I am good. We’ve been back on the road for just over a week and it has been fantastic playing live again.
How does it feel to be releasing your third album ‘The Hammer Falls’?
It has been a long journey to reach this point. I started writing it during the first lockdown back in 2020, with a couple of songs (Gunslinger and Angel of Death) demoed pretty early on. The bulk of it was written over that summer as things started to open back up, and we tracked it pretty much live over the course of five days at Momentum Studios in the September.
I then I wrote a couple of more songs, and due to everything then closing down again was afforded more time to work on the production. My previous albums were all done really quickly as they were recorded in between tours, whereas this one was created over 18 months. We couldn’t gig, so I had more time to really figure out the song structures, write lots of intricate guitar parts and also write vocal melodies that take the listener on twists and turns. I can hear that attention to detail in the final results.
You’ve said the aim was to “the best elements of my first two solo albums, and take it up another level”; was this a big challenge, and do you think you’ve achieved it?
I think every artist claims their newest album is their best, and I’m sure they all think it is. But I know this one is. To me, it feels like every track could be a single and there is no let up from start to finish. I’m sure fans of Paint No Fiction and Who Feeds The Wolf? Would disagree, but with every album you want it to get better and better. The Hammer Falls is definitely a step up. I know because everyone seems to know the lyrics to the songs at the live shows…and it’s only been out a week!
We’re loving the descending riffs and the vocal harmonies in ‘Halo’; talk to me a little about that one.
I wrote the riff and verses to Halo way back when I was working on my very first album with The Boom Boom Brotherhood, back in about 2016. I could never come up with a suitably good chorus, but then last year went through a bit of an Abba phase, really when I was doing the overdubs on the album. So this pop chorus came out which completed the song. I knew instantly it would be a single.
You made a video for ‘Call of the Wild’ as well. Where did you record it, and was it fun?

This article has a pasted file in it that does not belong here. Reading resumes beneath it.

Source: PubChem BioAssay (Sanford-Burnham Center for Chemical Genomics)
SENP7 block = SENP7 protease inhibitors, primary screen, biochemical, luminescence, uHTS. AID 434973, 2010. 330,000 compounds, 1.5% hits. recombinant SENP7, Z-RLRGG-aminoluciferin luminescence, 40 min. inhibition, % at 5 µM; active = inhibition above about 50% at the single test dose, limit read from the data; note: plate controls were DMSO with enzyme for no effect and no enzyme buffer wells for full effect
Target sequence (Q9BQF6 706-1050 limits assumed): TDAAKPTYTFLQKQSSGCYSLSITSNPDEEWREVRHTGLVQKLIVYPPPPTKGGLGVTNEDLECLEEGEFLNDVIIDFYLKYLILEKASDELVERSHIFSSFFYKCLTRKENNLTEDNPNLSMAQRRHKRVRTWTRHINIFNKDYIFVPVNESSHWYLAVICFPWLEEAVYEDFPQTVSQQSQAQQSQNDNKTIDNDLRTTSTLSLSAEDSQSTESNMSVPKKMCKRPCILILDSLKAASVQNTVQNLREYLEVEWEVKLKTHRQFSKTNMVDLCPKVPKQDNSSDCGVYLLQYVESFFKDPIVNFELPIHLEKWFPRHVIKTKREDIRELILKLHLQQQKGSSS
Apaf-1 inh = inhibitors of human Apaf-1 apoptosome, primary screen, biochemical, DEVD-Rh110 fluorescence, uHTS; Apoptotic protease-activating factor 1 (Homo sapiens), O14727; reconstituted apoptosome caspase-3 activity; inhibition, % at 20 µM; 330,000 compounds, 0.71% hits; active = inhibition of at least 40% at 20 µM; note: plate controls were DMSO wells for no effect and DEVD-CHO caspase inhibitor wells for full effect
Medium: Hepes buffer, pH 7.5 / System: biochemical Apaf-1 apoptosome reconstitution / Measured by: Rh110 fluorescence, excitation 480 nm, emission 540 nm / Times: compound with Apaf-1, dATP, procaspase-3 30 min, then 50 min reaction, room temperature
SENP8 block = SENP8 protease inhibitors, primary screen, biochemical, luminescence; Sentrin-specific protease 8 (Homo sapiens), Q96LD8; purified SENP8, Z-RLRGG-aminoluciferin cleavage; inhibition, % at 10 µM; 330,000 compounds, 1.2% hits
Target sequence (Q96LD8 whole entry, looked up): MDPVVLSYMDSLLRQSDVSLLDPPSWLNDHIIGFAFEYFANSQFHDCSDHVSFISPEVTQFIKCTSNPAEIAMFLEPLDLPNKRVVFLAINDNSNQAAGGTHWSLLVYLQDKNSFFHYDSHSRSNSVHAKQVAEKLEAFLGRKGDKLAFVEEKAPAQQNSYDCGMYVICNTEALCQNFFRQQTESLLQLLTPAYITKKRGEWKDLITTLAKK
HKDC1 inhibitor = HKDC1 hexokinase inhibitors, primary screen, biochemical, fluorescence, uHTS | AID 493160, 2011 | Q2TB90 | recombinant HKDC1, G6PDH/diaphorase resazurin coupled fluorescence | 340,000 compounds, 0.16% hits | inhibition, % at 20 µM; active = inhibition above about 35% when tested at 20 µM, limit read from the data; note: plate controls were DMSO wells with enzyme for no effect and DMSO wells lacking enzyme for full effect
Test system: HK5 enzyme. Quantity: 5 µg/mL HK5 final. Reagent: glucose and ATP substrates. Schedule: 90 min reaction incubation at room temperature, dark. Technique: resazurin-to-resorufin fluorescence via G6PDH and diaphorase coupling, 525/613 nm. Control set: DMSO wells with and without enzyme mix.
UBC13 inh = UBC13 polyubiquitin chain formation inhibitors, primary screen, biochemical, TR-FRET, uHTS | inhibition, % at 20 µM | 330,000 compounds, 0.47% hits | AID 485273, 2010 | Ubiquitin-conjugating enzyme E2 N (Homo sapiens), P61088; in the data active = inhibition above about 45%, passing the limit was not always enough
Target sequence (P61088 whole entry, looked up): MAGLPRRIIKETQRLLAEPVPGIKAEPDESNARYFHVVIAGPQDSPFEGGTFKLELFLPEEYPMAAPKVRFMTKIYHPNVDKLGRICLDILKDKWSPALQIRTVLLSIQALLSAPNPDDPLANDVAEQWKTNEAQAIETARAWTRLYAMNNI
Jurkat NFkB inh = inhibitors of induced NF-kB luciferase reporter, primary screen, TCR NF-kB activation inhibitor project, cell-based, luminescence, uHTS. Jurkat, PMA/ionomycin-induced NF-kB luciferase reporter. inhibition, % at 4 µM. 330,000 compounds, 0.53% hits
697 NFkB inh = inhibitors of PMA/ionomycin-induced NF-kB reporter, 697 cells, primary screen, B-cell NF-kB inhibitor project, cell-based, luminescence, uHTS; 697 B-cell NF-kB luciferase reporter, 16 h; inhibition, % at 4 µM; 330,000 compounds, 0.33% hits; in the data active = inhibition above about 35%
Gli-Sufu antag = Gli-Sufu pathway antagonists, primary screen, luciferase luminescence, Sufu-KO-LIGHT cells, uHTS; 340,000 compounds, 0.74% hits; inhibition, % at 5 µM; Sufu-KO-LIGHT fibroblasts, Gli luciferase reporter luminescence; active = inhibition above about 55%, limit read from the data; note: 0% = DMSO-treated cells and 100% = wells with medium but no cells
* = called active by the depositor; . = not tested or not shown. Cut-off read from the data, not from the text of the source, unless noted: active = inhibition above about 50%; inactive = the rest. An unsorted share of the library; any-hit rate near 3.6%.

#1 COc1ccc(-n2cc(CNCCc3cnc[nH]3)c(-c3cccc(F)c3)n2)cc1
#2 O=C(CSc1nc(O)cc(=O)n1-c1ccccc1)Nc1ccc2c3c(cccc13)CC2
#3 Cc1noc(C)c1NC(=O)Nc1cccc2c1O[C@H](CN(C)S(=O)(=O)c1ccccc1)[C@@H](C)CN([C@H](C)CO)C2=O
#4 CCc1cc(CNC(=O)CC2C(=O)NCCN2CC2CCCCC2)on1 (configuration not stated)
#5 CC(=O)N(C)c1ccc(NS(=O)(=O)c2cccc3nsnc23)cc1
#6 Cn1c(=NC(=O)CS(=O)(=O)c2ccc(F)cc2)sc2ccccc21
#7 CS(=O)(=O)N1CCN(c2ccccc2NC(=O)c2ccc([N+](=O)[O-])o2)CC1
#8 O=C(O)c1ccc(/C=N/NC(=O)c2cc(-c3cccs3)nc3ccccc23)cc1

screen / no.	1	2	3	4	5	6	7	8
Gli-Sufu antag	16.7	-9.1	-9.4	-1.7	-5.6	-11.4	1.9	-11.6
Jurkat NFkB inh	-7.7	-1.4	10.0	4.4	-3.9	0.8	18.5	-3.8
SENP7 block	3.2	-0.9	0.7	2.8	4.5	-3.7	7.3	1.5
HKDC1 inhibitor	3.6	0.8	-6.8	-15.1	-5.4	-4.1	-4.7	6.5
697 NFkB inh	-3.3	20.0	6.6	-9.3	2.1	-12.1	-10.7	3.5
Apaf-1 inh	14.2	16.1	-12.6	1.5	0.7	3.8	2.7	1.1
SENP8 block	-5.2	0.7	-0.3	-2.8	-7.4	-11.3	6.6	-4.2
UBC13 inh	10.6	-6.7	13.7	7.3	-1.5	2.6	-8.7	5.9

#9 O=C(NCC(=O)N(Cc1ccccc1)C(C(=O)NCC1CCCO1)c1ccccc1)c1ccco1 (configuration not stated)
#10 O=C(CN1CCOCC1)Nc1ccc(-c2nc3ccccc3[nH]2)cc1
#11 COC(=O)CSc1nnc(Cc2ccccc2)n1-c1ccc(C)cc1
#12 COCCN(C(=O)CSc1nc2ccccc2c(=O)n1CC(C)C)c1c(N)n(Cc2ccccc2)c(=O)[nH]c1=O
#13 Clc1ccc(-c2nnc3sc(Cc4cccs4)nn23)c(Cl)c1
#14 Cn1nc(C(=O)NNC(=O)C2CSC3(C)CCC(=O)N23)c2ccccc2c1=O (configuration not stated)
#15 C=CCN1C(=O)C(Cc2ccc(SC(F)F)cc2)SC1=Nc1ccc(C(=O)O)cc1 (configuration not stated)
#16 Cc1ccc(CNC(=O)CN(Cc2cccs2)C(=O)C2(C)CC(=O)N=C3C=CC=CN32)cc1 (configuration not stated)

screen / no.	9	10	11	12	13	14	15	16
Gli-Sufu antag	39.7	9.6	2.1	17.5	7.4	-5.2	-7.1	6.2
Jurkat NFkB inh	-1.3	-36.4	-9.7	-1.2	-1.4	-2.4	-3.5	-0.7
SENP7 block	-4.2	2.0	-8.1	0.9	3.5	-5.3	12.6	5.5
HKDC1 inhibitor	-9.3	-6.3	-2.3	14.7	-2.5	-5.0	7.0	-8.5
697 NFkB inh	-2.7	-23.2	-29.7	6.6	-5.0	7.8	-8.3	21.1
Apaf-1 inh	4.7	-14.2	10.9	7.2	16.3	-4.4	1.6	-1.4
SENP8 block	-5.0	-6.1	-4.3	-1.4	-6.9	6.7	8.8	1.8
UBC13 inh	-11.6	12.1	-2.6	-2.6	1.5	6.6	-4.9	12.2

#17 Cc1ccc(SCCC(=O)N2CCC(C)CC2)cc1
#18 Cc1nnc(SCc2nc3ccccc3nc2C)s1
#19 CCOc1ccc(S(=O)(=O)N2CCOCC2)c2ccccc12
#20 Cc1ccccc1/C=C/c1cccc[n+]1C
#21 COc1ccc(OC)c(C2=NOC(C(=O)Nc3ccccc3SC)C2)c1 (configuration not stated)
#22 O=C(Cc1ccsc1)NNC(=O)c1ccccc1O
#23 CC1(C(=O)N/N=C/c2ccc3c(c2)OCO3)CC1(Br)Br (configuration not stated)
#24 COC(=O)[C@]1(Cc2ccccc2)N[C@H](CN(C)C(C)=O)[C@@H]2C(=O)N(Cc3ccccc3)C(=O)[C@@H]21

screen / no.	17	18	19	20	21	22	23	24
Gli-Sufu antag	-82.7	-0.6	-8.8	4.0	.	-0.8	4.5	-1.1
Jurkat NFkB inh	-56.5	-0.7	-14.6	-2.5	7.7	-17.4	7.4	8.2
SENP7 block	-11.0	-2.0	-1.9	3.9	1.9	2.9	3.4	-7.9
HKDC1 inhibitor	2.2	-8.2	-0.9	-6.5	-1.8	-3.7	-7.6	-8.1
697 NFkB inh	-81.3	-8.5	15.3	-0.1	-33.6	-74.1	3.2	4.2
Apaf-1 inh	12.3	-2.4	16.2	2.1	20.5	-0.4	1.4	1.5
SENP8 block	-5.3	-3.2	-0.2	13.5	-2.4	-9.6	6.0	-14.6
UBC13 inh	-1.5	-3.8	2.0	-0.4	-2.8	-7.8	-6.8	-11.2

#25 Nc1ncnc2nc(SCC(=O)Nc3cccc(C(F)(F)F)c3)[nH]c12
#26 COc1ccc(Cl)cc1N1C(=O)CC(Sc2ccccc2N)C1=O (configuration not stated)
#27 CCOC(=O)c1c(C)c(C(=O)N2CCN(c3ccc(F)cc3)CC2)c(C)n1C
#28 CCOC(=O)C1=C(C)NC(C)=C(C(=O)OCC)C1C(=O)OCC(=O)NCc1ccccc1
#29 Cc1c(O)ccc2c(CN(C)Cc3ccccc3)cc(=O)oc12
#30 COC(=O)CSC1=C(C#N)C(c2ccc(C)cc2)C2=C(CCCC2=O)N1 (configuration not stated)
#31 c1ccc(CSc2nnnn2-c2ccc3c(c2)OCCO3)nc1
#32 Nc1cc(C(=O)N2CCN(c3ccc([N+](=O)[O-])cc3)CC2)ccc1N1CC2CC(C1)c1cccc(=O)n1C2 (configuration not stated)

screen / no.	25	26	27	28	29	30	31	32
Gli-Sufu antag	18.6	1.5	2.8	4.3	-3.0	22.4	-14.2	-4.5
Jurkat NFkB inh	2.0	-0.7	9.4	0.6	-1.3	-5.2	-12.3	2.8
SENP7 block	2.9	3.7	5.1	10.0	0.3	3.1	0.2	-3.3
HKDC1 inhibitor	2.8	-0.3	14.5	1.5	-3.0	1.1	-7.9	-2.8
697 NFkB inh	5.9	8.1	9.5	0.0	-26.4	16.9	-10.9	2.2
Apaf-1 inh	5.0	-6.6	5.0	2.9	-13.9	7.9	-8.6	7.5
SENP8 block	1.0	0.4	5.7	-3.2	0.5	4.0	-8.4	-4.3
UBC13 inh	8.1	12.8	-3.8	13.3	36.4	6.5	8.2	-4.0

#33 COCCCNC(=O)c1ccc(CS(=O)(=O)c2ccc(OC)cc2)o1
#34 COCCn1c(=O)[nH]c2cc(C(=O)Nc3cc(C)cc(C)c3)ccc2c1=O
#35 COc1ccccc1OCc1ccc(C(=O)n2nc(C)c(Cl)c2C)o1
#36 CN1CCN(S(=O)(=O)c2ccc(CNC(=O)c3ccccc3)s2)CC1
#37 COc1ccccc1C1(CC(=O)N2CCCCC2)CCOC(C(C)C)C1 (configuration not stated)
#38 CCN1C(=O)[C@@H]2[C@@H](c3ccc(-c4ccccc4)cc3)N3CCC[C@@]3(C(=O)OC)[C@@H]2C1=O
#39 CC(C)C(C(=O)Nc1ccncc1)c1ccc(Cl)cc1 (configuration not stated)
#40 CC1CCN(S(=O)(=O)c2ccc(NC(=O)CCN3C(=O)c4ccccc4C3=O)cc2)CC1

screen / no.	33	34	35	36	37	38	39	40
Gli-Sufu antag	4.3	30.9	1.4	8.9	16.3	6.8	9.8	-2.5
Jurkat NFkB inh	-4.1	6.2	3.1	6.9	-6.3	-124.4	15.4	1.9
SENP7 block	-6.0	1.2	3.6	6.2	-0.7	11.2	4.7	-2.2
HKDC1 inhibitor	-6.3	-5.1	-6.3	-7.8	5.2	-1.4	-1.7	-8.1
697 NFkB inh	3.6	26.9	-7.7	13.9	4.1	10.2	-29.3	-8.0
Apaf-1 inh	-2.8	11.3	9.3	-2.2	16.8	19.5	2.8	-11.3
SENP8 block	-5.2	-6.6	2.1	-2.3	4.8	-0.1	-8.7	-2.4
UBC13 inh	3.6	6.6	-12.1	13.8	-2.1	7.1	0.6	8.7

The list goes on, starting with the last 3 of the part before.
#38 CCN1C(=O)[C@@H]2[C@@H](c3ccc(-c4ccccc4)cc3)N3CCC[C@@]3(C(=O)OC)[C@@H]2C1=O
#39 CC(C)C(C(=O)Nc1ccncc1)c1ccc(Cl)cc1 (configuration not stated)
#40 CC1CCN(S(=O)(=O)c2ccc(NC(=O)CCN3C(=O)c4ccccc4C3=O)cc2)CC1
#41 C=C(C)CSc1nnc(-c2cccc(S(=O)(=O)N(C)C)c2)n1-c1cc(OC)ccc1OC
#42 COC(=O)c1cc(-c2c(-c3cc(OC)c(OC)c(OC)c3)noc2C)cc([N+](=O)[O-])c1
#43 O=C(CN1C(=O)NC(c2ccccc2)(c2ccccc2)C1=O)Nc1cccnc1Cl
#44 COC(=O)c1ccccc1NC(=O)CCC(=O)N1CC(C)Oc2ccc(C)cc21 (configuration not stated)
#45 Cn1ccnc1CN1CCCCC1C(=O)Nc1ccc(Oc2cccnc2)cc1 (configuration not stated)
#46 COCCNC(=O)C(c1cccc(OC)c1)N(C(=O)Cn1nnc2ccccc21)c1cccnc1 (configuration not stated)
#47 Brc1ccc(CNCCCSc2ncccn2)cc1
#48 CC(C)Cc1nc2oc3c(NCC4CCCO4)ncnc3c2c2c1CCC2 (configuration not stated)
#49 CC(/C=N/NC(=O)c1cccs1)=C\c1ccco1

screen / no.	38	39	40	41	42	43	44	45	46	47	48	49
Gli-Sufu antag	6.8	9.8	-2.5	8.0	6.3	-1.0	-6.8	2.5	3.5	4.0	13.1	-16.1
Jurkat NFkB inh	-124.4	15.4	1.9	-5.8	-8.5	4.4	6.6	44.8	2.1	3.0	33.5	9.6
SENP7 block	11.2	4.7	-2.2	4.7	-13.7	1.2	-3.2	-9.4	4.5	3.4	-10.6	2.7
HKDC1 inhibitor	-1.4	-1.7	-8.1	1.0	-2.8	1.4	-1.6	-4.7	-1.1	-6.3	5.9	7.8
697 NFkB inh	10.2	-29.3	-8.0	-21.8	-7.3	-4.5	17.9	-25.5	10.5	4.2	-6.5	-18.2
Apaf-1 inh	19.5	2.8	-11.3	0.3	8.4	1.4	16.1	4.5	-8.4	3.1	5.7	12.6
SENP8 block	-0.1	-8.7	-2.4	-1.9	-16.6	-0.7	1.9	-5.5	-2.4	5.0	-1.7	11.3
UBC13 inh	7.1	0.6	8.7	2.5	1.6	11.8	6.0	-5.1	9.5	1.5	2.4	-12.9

We actually shot that on the site of Loverocks festival down in Bournemouth. It was the day after we’d finished recording the last two songs I wrote for the album – What Doesn’t Kill You and The Ravens Crow – so we were all pretty fried from being in the studio. So letting some energy out in a big field was great fun. I’m still surprised I didn’t get decapitated by the drone the director used though.
Yes, I’ve been a fan of Zakk really since the first couple of Black Label Society albums came out. When I was a teenager I jammed along with Stronger Than Death and 1919 Eternal a lot. But Zakk also introduced me to other guitar players that have influenced my playing, such as Frank Marino and Al Di Meola. In fact the latter played a big part in me developing my alternate picking technique. Basically I try to play every single note, avoiding hammer ons. I just absolutely loved the accuracy of Do Meola’s playing, and although I’m nowhere near that level, it’s something I have been striving towards for 20 odd years now. I still sit on my sofa watching horror films or whatever late at night with a metronome practicing alternate picking, and that’s all down to Zakk Wylde.
Click here to read eonmusic's 2018 interview with Zakk Wylde.
As we speak, you’re in the middle of your album release tour; how have the dates gone?
They’ve been fantastic. The launch show at O2 Islington was perhaps my biggest headline show to date, which felt phenomenal. We’ve upped the size of the venues on this run, which is a risk, but the response has been great. I think a lot of people have just had enough and want to get back out there, let loose and listen to some honest, heavy rock n roll. Long may it continue.
One thing that we’ve attempted to do is persevere with shows no matter what. We’ve probably benefitted from the fact that a lot of bands cancelled their January and February dates. It was risk to keep going as we didn’t know how this new variant was going to effect things. But we stuck to our guns and it has paid off.
What bands would you love to tour with; who do you think you’d slot in nicely alongside?
I’ve always wanted to go on the road with Blackberry Smoke. They are probably my favourite band of the last decade or so. Charlie Starr…if you’re listening give me a call. I’d also quite like to do a double header style tour with another guitarist similar to me, where we can trade places each night and then maybe come together for a jam at the end. Answers on a post card.
Any festival dates planned for the summer?
The focus for the summer months is international. I’m heading to the US in late May, followed by some dates in Europe. We’ll then head back to the UK for some autumn tour dates. I’m hoping to squeeze in a short acoustic run too at some point, where I play stripped back versions of tracks from my albums. We’ll see if there is space for that.
Finally, what’s next for you?
We are just going to tour the hell out of the new album for the foreseeable future. Eventually I’ll start work on my next album, but for now I want to breath life into these 10 tracks that make up The Hammer Falls. They deserve to be heard.
‘The Hammer Falls’ is available now via Eyesore Merch and digitally courtesy of Earache Records on all platforms.